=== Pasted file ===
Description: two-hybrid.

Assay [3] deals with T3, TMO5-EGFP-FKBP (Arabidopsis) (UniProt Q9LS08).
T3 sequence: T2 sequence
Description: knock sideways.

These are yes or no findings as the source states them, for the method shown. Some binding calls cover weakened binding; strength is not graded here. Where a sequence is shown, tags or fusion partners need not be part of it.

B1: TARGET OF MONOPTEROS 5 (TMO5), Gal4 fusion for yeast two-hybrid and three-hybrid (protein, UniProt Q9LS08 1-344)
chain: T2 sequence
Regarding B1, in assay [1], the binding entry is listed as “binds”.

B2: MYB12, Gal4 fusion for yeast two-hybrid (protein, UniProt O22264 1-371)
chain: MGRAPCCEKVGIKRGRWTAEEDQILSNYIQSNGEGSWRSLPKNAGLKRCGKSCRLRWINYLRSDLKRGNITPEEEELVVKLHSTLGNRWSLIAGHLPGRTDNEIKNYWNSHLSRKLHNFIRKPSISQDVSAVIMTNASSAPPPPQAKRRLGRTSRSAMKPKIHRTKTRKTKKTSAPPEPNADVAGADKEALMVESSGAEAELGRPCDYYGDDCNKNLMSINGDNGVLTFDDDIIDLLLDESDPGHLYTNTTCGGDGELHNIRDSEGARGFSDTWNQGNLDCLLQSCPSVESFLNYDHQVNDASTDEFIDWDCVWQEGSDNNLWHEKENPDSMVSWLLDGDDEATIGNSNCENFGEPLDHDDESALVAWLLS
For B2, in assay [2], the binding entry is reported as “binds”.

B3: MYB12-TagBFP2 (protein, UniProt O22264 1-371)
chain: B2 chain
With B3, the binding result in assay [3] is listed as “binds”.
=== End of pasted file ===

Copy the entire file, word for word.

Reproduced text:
Description: two-hybrid.

Assay [3] deals with T3, TMO5-EGFP-FKBP (Arabidopsis) (UniProt Q9LS08).
T3 sequence: T2 sequence
Description: knock sideways.

These are yes or no findings as the source states them, for the method shown. Some binding calls cover weakened binding; strength is not graded here. Where a sequence is shown, tags or fusion partners need not be part of it.

B1: TARGET OF MONOPTEROS 5 (TMO5), Gal4 fusion for yeast two-hybrid and three-hybrid (protein, UniProt Q9LS08 1-344)
chain: T2 sequence
Regarding B1, in assay [1], the binding entry is listed as “binds”.

B2: MYB12, Gal4 fusion for yeast two-hybrid (protein, UniProt O22264 1-371)
chain: MGRAPCCEKVGIKRGRWTAEEDQILSNYIQSNGEGSWRSLPKNAGLKRCGKSCRLRWINYLRSDLKRGNITPEEEELVVKLHSTLGNRWSLIAGHLPGRTDNEIKNYWNSHLSRKLHNFIRKPSISQDVSAVIMTNASSAPPPPQAKRRLGRTSRSAMKPKIHRTKTRKTKKTSAPPEPNADVAGADKEALMVESSGAEAELGRPCDYYGDDCNKNLMSINGDNGVLTFDDDIIDLLLDESDPGHLYTNTTCGGDGELHNIRDSEGARGFSDTWNQGNLDCLLQSCPSVESFLNYDHQVNDASTDEFIDWDCVWQEGSDNNLWHEKENPDSMVSWLLDGDDEATIGNSNCENFGEPLDHDDESALVAWLLS
For B2, in assay [2], the binding entry is reported as “binds”.

B3: MYB12-TagBFP2 (protein, UniProt O22264 1-371)
chain: B2 chain
With B3, the binding result in assay [3] is listed as “binds”.